John Barlow writes both fiction and non-fiction, publishes occasional food journalism and also works as a ghost-writer. In addition, he is a translator, and has a side-line in eBooks for language learning. His John Ray / LS9 crime thriller series is currently exclusive to Amazon. If you'd like a review copy of The Communion of Saints, please contact John through his website.
(*It’s the rate of writing that’s slow, not the pace of the fiction…)
Back in 2012 I tried enrolling a novel of mine in KDP Select, or whatever it was called back then. I booked five FREE days, and was surprised when the book got thousands of downloads, hitting the number one free download ranking in both the US and UK Amazon stores. In the month that followed, thanks to the generous Amazon algorithms at the time, I sold several thousand full-priced copies of the book.
It was about then that I got a mail from a company called BookBub, explaining that they had promoted the title for FREE, without me knowing. That’s how BB started, targeting mainly indie authors as a means of showing how effective BB advertising could be.
Bookbub is a new company which, as you probably know, sends out email shots to hundreds of thousands of registered readers, publicizing a handful of free and discounted books each day. It’s not just for indies either; recently I’ve seen ads for books by James Patterson and Ian Rankin.
Ad prices vary, depending on the book’s genre and offer price ( http://www.bookbub.com/advertise/pricing.php ). Their ad prices are apparently rising steadily. Also, they’re selective in which ads they take. The good folk at Bookbub clearly have impeccable taste, because last week they chose to publicize my novel HOPE ROAD. I didn’t ask them to feature it, and I didn’t pay anything. In fact, until they mailed me to let me know I’d been featured I had no idea that Bookbub existed. It seems that, as they develop their business, they select the odd Amazon freebie and include it alongside their paid ads, no charge to the author. Continue reading “I Have Never Paid for It”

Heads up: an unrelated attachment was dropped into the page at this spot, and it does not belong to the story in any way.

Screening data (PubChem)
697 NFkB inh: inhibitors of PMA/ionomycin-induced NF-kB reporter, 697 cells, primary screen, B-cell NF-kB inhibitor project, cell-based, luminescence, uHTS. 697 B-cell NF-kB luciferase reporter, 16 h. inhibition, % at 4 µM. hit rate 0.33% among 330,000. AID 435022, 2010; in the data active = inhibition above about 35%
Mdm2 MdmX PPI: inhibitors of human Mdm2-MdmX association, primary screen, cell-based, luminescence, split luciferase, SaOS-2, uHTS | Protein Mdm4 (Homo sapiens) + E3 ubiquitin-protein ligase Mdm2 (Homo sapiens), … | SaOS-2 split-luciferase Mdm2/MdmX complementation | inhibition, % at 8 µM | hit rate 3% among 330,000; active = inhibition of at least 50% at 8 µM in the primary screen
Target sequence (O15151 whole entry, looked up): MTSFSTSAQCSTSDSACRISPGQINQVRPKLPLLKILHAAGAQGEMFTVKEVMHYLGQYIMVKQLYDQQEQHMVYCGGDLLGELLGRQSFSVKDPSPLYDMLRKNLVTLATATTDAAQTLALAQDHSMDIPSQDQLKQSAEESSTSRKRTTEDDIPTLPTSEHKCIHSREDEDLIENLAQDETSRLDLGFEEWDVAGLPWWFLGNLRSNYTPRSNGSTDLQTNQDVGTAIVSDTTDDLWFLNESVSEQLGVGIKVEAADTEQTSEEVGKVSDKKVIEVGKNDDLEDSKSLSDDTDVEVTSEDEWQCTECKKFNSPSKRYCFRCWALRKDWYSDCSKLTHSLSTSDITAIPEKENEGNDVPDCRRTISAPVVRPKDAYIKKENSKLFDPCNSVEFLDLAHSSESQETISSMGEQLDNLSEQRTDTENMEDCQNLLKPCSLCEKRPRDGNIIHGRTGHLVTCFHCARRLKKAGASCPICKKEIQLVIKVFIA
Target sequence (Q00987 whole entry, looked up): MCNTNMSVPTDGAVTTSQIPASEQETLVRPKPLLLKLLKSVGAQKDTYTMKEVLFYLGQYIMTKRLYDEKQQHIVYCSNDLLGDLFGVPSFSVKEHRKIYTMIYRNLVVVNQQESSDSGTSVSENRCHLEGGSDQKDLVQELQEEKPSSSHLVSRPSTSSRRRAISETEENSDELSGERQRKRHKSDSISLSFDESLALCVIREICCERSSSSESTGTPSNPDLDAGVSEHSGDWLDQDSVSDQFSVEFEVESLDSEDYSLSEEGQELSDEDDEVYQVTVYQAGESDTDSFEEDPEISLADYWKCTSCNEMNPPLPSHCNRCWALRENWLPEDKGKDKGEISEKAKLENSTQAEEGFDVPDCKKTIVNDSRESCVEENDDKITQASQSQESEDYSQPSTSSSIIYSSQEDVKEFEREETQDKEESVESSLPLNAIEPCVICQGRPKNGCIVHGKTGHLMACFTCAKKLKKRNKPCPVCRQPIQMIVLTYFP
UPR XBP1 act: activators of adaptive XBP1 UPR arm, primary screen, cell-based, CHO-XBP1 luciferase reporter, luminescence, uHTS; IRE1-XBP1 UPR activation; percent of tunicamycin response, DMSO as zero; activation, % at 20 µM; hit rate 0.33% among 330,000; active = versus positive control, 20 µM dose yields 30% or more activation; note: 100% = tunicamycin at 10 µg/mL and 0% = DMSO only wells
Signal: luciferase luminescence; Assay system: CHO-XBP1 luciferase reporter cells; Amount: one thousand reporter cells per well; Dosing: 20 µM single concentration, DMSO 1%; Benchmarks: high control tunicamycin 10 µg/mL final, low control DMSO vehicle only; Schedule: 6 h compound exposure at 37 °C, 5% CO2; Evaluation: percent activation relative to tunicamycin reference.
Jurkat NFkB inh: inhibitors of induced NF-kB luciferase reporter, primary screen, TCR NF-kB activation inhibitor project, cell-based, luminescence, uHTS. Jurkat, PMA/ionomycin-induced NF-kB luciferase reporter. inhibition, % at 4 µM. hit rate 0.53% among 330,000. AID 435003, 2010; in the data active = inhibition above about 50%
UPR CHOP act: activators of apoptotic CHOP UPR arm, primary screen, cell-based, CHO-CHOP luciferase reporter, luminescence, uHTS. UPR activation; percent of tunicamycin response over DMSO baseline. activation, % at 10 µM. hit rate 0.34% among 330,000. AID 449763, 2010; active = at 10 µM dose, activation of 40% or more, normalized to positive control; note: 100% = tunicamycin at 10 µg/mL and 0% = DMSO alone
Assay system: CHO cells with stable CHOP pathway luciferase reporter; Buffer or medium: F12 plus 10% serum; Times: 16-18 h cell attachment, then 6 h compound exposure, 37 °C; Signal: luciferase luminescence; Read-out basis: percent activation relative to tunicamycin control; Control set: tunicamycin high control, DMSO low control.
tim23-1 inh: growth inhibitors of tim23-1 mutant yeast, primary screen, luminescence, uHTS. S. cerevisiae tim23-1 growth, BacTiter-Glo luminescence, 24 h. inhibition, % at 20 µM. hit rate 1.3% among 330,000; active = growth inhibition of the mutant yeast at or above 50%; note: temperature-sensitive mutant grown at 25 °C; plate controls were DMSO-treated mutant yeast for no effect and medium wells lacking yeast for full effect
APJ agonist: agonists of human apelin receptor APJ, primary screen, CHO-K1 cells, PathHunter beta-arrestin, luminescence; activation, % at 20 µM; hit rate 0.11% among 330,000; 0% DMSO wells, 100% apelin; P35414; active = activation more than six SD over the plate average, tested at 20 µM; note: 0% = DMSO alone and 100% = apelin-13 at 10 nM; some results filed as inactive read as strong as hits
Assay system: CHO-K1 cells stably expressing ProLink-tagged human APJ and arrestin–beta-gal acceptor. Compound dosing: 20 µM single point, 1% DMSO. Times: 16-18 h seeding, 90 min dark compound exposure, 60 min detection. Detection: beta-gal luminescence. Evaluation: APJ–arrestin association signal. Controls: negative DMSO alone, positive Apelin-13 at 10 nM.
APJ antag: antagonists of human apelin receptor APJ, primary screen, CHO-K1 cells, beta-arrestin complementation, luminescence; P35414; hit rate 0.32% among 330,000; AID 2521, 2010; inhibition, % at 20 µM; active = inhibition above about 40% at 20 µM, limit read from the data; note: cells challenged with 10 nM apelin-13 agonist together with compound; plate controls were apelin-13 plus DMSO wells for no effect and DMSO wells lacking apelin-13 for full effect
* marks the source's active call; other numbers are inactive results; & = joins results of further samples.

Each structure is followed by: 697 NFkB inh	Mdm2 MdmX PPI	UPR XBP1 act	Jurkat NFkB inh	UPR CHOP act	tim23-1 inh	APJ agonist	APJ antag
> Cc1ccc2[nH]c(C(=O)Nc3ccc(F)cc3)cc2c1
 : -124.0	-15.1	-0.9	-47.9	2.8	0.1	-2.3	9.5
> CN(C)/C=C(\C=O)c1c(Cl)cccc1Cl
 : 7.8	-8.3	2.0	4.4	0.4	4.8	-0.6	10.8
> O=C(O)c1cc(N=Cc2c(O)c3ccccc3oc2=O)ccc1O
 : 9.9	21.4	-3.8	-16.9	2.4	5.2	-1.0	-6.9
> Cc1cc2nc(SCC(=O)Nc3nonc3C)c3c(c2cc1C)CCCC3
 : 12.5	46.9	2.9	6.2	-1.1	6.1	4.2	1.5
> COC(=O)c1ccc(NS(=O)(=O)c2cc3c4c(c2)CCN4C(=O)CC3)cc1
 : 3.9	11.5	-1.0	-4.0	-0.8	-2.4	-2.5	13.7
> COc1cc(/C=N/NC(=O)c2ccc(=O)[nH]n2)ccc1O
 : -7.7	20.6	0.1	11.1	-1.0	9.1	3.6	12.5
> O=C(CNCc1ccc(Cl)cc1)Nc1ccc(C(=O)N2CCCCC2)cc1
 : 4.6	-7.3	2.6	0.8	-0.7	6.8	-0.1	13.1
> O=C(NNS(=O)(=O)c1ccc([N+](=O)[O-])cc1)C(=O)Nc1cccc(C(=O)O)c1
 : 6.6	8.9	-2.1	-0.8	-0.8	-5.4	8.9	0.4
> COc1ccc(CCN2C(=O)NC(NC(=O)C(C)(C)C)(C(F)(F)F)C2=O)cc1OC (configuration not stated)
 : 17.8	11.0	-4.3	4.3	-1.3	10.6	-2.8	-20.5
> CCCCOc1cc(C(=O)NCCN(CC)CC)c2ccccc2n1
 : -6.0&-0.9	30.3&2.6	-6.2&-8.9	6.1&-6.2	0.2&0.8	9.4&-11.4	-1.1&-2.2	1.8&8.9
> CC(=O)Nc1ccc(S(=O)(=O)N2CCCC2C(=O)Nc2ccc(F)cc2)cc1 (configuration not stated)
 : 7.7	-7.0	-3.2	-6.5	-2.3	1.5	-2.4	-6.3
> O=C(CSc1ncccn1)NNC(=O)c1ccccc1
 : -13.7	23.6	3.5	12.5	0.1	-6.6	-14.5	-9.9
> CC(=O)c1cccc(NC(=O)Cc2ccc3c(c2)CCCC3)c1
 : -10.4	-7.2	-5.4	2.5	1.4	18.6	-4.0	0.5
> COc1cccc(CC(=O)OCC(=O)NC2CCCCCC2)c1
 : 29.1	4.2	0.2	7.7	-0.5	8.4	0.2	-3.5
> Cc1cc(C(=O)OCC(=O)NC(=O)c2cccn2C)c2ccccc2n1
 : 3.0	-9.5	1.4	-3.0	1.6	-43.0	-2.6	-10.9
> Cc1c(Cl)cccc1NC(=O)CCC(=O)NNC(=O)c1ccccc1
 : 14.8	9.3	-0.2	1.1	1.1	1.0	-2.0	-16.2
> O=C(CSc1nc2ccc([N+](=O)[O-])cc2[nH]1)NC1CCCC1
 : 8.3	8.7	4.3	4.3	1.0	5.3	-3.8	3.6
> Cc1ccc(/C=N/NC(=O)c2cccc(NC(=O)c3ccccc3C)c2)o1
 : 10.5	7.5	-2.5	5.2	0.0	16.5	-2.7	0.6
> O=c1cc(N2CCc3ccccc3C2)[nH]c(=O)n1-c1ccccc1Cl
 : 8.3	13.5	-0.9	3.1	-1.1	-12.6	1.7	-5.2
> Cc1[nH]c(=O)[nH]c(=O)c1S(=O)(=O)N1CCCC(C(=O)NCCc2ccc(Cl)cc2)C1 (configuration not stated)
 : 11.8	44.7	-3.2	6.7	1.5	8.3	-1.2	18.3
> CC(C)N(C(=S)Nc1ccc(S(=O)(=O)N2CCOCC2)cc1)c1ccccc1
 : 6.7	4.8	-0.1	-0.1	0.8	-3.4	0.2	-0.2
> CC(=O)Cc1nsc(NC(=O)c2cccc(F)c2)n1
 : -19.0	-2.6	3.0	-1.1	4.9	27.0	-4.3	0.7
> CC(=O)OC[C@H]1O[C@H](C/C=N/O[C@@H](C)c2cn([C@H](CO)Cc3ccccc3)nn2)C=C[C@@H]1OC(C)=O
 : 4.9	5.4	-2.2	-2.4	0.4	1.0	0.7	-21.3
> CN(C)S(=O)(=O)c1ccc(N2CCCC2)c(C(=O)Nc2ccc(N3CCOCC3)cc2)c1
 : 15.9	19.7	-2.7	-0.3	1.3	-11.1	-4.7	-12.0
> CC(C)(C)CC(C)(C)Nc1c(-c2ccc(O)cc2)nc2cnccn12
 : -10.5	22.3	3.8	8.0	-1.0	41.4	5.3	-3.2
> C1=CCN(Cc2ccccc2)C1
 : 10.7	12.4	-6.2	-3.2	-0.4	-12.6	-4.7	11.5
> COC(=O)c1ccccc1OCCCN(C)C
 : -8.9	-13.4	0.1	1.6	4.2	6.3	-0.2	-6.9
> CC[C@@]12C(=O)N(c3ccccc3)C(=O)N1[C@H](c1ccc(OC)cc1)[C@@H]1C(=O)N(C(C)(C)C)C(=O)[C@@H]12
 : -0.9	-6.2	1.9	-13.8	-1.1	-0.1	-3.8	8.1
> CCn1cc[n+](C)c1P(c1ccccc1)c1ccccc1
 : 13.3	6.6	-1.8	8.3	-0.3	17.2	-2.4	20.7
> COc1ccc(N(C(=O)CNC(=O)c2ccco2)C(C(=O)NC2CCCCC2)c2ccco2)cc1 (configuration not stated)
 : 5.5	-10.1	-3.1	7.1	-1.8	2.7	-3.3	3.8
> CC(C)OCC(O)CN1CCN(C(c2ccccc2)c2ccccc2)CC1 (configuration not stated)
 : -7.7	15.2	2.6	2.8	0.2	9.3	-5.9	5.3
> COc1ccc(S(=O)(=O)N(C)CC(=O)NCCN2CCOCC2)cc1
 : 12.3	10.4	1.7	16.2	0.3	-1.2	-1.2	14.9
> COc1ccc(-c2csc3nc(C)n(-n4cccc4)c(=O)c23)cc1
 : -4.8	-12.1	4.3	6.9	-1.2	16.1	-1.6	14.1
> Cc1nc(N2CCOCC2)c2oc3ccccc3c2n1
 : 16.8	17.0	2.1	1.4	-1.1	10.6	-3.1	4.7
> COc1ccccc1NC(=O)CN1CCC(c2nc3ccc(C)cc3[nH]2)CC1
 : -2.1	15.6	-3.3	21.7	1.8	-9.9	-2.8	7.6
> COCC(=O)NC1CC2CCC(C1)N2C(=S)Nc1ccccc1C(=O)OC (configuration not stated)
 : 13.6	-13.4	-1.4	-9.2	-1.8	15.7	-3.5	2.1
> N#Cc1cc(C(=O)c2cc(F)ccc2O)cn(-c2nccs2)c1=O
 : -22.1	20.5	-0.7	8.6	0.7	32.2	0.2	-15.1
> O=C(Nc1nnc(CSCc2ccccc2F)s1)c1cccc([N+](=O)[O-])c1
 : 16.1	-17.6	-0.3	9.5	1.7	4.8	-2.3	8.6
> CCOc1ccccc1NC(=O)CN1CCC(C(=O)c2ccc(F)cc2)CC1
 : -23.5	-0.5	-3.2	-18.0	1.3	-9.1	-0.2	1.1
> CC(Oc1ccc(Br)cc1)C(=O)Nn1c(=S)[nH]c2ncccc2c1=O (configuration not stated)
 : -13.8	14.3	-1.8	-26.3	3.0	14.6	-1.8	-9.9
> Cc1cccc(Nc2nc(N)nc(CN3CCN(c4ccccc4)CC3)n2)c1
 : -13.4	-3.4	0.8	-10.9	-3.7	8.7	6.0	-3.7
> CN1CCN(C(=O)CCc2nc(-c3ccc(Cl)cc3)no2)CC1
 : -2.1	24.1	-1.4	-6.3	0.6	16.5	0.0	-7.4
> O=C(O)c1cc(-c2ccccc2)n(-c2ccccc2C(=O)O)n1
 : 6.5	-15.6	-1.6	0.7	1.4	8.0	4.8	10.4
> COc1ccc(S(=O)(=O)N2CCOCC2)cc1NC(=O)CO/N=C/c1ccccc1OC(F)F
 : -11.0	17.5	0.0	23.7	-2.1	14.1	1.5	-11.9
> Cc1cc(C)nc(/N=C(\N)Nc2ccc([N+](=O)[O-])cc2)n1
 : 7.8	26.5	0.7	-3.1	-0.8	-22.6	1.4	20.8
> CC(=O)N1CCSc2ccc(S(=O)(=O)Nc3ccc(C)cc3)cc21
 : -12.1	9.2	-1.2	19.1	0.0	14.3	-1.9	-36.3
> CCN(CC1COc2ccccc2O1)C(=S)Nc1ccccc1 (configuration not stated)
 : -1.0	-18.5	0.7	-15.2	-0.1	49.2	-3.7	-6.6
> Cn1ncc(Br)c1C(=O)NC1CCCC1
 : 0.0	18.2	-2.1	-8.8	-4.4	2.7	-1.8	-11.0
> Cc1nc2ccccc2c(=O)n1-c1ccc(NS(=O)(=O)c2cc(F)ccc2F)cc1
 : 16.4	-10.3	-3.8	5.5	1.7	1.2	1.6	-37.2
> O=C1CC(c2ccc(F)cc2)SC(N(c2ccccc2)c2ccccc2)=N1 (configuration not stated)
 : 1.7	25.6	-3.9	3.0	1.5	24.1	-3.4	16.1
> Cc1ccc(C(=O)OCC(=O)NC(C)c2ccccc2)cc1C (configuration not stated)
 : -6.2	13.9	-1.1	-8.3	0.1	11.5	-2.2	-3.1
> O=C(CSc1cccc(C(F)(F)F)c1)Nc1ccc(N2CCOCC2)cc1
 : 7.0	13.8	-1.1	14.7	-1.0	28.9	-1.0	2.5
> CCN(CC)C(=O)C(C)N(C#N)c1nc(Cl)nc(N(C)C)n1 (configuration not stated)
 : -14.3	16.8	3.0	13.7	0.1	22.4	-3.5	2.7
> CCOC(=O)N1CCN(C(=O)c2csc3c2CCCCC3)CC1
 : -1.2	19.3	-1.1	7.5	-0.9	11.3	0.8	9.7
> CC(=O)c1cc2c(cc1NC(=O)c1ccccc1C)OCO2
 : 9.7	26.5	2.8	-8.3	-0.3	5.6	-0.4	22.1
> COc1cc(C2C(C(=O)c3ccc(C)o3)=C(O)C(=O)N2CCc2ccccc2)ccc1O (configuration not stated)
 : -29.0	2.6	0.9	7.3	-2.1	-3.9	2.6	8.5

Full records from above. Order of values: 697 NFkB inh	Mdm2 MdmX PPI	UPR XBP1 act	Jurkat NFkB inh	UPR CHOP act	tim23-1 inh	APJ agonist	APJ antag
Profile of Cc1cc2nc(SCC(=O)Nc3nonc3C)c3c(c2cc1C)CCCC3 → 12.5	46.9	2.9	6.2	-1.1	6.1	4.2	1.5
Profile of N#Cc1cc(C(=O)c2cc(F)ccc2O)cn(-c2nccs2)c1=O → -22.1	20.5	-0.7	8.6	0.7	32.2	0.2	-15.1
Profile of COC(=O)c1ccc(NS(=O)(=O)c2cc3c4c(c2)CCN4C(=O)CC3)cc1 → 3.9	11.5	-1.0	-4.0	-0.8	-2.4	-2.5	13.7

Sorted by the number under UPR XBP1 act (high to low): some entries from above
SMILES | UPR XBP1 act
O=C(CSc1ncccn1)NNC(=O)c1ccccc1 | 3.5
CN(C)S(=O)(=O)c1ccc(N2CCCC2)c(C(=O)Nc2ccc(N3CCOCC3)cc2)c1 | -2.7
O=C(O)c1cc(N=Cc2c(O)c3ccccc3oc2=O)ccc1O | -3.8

I know a writer. He’s not a committed indie. In fact, he has a pretty big London agency behind him and is actively seeking a traditional deal. However, he’s writing in a very crowded market (crime), and until he gets a publishing contract he’s busy self-publishing his novels. He regularly has two or three titles in Amazon.co.uk’s top 1000 eBooks, and at least one of these has peaked at a sales ranking in the single figures. By my reckoning, he’s earning a pretty decent living from these eBooks, so you might argue that he doesn’t really need an agent or a trad deal at all.
I’ve spent the last couple of weeks up to my eyeballs in cheese and honey. Not quite literally, but there was a point when I had to requisition a shelf in my neighbour’s fridge to accommodate all the samples I had acquired.
I recently got two commissions at the same time, both with the same tightish deadline: an article on cheese and another on honey. The publication I write for has recently succumbed to the effects of the global downturn, and freelancers like me are feeling the pinch. Eighteen months ago it was 4000 words and take your time, John, we reserved the flight and hotel. This time it was 1500 words and buy your own sandwiches. Continue reading “The Limits of Cheese”